Redding IHC Crewmember – 2017
In May I was honored to be allowed to go and participate in the staff ride with the Redding IHC for the South Canyon incident. After reading the books and all of the incident reports over numerous years I thought I would have an extensive grasp on the events and the strategies that took place on this incident. But, in fact, as I would soon come to find out, I was full of misinformation that I had derived from my readings. By this I mean that I thought the mountain was going to be steep and rough country due to the limited access and how thick the vegetation was. That couldn’t have been further from the truth.
As I stood at the overlook spot looking out across the drainage toward the fatality site and then over toward the lunch spot I noticed what appeared to be a hill. It wasn’t a huge steep drainage with a giant mountain rising up and out of it. This sight made me stop and realize that all of my beliefs were in fact completely wrong. The biggest eye-opener for me was not the timeline or even the people involved, it was the geography.
The lessons that I learned in May through this staff ride I am going to carry with me through my career. I learned to ground truth the fire and its access points. Like how the south drainage was supposed to be impassable but yet the day after the staff ride we went and walked up it from the highway with no problem. I also learned that they fought this fire the same way that I would have being that my career is in aviation. I would have started from the top and worked down just as Don Mackey and all of the others had done.
The best thing about this staff ride was actually getting to meet the survivors and learn with a hands-on walk through the events—from blowup to escape. It was a real informal and key learning strategy in that I was getting to hear firsthand from Eric Hipke and what he was seeing, what they were doing during their escape, and what was going through his mind.
I was shocked when I found out that there was no sense of urgency until they were near the top. It was amazing that they were only walking, they never ditched their packs, they never ran, and they never pulled out there shelters at the beginning. They just had a sense of bumping out. We are taught now in fire to ditch our gear, pull our shelters and run.
Well, it gets so chaotic that when we did the run from their beginning hike-out point I still took off running with my pack on. Then Tyler Harris yelled “drop your packs” four different times. It wasn’t until the fourth time of hearing him that it finally sank in to drop my gear. As I threw my pack I instantly took off.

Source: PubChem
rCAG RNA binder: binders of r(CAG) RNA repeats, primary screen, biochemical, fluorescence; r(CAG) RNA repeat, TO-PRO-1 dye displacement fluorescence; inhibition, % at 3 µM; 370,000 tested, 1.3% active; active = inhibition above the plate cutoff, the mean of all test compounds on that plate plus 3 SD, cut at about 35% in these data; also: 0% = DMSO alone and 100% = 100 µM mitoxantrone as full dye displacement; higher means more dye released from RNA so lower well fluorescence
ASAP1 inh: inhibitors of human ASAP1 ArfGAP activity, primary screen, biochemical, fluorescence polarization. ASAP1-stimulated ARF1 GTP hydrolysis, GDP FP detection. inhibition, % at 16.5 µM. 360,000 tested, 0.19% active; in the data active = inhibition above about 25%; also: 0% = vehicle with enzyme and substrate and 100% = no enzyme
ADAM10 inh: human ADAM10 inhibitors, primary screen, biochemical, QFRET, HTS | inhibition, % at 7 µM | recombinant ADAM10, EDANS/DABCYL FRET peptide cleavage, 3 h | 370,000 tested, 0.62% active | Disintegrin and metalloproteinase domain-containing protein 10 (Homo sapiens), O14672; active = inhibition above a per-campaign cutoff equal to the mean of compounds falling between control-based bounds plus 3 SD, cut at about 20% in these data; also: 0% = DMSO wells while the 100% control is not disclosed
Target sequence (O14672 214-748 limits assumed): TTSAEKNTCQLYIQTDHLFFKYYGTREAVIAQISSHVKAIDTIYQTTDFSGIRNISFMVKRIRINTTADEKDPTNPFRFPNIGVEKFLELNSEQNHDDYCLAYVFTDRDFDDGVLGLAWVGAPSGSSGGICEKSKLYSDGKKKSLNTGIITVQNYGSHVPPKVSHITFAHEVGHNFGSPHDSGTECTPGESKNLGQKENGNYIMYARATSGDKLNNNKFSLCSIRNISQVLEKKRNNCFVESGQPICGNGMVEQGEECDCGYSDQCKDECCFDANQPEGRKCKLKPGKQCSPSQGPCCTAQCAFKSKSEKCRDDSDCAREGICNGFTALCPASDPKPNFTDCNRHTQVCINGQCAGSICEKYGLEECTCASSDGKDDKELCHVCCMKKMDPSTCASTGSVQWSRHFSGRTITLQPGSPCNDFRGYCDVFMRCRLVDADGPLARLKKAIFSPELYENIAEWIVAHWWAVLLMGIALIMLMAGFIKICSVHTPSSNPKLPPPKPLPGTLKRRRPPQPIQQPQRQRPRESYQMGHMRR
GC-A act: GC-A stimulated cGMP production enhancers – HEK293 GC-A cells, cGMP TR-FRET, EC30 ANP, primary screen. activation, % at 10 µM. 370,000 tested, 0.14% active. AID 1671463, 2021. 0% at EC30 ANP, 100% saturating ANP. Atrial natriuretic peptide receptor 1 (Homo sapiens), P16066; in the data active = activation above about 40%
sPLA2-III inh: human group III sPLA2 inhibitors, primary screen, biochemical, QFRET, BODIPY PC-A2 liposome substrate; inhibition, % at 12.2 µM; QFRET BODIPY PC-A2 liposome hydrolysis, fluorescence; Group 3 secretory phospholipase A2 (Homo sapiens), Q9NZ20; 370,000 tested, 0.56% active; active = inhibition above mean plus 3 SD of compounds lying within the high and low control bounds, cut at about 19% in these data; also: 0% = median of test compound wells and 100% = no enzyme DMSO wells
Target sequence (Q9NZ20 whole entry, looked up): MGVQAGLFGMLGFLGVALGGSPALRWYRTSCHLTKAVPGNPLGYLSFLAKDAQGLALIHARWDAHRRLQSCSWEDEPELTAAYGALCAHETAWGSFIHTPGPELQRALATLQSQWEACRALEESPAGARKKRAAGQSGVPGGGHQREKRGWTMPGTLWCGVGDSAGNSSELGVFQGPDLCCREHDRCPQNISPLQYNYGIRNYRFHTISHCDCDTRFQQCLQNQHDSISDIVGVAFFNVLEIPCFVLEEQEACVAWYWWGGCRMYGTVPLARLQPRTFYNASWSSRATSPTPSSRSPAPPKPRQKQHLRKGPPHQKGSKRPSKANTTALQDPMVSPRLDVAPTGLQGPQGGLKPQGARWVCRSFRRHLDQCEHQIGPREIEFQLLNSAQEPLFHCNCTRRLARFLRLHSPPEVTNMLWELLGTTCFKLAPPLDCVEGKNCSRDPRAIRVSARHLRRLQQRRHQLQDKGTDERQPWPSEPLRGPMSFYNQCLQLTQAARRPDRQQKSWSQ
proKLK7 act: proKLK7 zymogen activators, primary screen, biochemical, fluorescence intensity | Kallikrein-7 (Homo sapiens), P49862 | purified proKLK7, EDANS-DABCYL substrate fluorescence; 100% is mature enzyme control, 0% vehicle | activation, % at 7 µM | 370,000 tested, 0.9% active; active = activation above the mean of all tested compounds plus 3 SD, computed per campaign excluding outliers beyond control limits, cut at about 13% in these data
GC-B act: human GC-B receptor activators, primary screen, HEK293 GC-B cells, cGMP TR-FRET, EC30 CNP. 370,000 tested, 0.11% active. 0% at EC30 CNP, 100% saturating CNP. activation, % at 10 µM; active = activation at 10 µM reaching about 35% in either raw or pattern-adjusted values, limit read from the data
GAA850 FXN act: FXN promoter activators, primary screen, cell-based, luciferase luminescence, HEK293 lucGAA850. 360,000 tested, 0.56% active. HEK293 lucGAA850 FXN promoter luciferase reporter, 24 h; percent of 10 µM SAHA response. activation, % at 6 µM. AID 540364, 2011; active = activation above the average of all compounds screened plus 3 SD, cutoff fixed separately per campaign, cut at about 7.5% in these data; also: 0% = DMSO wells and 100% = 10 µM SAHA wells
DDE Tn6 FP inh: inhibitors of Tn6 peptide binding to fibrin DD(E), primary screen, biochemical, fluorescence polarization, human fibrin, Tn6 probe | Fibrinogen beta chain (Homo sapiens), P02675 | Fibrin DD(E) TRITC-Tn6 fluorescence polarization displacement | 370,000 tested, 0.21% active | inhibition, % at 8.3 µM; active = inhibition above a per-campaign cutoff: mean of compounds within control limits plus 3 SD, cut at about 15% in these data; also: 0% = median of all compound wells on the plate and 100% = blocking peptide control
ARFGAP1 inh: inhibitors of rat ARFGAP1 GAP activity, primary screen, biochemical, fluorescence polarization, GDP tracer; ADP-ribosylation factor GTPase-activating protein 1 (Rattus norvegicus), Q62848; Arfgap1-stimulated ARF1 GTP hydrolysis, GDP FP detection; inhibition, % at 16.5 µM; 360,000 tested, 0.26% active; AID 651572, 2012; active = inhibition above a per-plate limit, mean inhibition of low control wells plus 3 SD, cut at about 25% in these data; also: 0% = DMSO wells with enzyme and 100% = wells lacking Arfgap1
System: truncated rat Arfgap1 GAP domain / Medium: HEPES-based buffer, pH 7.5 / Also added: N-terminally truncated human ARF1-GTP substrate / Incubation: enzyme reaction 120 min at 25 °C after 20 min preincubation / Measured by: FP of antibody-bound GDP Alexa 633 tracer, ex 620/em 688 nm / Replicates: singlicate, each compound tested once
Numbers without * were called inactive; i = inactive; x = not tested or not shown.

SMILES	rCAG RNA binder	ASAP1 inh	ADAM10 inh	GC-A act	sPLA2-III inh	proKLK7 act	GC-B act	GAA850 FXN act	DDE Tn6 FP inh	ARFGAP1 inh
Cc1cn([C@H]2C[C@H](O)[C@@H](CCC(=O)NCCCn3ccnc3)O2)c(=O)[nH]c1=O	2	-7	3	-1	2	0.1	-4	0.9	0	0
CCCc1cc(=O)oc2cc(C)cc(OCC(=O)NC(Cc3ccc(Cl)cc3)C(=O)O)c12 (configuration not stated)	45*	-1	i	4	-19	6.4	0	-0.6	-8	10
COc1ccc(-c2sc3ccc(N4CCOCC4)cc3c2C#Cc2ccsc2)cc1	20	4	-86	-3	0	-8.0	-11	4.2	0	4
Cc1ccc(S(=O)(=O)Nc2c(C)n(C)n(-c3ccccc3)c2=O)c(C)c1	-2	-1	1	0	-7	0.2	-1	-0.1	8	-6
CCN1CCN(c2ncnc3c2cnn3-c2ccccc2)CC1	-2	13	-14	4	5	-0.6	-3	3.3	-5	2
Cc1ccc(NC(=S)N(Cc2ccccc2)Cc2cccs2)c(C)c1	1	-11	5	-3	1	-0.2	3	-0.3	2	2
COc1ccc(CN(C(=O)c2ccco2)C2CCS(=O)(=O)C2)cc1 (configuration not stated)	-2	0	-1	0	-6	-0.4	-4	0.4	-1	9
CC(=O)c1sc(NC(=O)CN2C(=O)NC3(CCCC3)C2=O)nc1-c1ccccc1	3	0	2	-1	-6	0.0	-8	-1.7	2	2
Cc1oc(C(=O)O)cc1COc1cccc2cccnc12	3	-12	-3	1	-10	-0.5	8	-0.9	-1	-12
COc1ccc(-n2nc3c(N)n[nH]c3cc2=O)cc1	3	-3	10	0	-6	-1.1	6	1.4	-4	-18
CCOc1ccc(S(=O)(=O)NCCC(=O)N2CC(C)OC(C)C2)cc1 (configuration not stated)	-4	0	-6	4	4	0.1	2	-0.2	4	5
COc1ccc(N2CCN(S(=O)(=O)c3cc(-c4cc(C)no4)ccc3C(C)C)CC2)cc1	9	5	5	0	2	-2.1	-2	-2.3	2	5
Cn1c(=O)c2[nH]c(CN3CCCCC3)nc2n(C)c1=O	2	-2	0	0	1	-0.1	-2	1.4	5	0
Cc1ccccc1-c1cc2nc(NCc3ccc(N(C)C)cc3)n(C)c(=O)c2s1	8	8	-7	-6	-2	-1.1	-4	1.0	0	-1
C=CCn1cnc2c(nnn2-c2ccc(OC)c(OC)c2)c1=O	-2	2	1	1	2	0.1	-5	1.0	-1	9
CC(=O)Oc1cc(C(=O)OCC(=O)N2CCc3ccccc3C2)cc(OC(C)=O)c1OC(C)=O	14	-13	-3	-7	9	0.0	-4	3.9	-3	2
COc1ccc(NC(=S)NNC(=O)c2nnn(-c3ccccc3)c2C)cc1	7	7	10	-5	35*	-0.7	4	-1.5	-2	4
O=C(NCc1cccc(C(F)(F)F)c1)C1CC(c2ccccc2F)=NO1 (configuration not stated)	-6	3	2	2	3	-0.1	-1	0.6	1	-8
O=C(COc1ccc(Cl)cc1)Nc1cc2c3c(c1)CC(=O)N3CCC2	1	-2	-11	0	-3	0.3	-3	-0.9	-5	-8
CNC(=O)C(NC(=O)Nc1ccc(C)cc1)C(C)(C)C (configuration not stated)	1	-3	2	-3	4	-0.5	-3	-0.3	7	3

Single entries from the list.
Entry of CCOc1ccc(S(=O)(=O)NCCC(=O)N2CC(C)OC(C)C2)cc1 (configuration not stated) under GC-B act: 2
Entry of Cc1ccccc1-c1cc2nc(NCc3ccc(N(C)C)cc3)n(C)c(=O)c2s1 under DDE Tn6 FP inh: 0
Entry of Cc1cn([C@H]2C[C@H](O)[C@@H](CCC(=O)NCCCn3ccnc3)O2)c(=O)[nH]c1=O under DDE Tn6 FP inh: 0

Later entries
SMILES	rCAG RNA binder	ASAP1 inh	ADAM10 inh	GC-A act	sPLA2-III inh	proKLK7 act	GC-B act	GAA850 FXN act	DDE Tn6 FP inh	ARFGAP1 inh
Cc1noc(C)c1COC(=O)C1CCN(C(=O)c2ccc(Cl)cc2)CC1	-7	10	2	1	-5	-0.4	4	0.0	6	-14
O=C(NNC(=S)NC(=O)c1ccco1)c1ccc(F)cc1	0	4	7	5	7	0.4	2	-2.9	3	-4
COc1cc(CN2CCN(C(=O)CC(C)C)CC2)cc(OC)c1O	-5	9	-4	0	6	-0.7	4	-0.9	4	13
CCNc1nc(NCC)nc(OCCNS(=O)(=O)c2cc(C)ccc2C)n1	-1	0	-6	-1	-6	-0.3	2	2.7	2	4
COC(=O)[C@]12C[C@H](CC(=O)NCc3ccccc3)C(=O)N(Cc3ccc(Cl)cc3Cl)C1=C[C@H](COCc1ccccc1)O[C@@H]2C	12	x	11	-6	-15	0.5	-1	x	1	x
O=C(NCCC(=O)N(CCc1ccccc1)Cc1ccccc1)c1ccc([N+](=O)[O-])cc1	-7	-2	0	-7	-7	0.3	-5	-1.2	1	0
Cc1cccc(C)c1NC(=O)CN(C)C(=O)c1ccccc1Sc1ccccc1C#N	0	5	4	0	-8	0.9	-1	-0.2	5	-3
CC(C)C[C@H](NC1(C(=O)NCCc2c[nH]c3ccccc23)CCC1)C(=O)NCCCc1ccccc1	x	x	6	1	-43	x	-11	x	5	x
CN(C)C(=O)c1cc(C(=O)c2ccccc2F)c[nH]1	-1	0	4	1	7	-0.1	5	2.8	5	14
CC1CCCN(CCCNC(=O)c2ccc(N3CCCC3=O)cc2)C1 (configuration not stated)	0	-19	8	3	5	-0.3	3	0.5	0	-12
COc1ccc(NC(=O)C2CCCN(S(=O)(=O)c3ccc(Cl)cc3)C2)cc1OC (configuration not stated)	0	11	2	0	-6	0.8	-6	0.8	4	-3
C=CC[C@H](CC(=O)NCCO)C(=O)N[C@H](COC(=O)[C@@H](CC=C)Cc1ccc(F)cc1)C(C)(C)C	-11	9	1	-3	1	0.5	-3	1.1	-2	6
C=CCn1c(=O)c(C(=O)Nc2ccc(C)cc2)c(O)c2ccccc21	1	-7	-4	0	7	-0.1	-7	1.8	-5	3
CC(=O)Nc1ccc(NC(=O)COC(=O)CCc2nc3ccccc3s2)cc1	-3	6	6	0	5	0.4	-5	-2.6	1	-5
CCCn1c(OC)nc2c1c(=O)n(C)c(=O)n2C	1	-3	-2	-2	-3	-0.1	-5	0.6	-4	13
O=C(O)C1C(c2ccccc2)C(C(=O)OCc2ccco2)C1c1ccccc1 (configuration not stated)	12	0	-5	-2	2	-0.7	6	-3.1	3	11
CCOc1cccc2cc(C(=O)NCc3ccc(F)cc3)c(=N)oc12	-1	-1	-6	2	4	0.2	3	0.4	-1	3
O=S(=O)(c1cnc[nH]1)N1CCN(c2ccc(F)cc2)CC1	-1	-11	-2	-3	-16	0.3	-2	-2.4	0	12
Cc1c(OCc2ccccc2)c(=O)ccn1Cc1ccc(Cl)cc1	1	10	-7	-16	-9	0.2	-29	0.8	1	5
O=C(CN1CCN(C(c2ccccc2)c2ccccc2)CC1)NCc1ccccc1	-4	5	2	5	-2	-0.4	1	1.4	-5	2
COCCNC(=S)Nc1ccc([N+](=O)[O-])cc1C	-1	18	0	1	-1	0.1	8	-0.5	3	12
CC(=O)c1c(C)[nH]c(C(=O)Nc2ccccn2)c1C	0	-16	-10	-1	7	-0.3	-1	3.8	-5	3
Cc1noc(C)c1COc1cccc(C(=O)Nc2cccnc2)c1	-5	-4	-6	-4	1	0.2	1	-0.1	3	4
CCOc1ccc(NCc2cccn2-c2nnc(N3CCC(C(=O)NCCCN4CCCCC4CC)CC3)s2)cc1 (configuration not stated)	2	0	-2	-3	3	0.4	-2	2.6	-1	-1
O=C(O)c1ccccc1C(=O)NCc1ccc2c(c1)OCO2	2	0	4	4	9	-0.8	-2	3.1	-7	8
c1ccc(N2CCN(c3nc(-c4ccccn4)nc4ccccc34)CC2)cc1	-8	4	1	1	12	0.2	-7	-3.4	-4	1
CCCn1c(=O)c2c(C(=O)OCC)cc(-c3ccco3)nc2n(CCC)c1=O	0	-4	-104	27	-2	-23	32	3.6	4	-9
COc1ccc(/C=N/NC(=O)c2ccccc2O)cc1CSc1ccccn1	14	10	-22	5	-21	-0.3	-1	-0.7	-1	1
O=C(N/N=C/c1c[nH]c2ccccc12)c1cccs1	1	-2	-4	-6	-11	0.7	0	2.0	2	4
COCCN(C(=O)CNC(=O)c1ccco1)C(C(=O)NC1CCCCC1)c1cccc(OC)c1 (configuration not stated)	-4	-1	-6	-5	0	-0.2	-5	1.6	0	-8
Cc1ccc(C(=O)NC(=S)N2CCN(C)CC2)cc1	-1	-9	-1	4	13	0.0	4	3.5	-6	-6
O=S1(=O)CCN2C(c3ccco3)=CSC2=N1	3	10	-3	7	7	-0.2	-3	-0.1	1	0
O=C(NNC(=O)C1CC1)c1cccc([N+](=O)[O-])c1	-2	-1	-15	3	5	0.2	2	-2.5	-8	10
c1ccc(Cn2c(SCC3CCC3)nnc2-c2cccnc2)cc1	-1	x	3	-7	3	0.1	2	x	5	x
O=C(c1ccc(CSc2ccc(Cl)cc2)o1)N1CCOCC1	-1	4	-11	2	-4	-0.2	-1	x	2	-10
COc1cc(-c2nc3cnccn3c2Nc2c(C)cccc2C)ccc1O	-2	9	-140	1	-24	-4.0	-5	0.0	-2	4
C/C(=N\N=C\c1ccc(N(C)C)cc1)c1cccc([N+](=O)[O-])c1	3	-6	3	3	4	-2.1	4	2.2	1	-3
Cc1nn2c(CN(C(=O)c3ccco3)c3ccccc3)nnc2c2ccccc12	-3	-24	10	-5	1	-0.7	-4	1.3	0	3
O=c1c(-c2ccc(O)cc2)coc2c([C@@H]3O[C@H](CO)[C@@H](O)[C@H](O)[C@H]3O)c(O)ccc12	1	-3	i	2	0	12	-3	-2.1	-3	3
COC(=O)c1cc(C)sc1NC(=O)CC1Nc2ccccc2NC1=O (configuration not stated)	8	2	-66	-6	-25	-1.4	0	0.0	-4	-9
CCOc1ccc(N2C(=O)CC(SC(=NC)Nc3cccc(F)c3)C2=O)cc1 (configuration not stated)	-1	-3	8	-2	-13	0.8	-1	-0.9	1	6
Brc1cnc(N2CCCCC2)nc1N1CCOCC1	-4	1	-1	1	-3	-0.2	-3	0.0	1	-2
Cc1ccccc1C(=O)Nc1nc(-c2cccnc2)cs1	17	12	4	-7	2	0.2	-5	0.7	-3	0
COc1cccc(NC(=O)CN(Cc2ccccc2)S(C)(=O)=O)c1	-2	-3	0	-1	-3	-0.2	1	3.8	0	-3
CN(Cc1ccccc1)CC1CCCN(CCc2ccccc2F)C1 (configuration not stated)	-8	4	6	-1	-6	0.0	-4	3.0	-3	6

It wasn’t until the top when I was hacking and coughing trying to catch my breath with my lungs burning that I realized I had made a key flaw. In my haste and the chaos of the moment I threw my pack but did not take my shelter with me. I’m going to remember this throughout my career. If I ever have to drop my pack I will grab my shelter because if it can be this chaotic during an exercise how chaotic is it going to be in a live scenario?
This all prompts me to ask the question: “When is the right time to ditch your gear, and to take off sprinting for your life?” This is something that is going to be answered on an individual basis based on your own PT, body type, and experience level.
The final Q and A while sitting on the top of the hill allowed for both Redding IHC and Horseshoe IHC to ask about situations going through our minds as well getting firsthand feedback and direct answers to our questions from the individuals who experienced it. It was a moment of tranquility and relaxation as both crews were learning from the answers and feedback from Eric Hipke, Bryan Scholz, and Kip Gray.
The staff ride was a huge success, an eye opener, an amazing opportunity to participate in, and a life event that I will hold on to and never forget. The lessons that I learned and the information gathered, I’m going to carry throughout my career and use them in everyday real-life situations.
I would like to thank the key personal who put in countless hours year after year for putting this on and improving it each year. I always wanted to go on this staff ride and now that I have it is safe to say it surpassed all of my expectations and will allow me to be a better firefighter, co-worker, leader, and human being.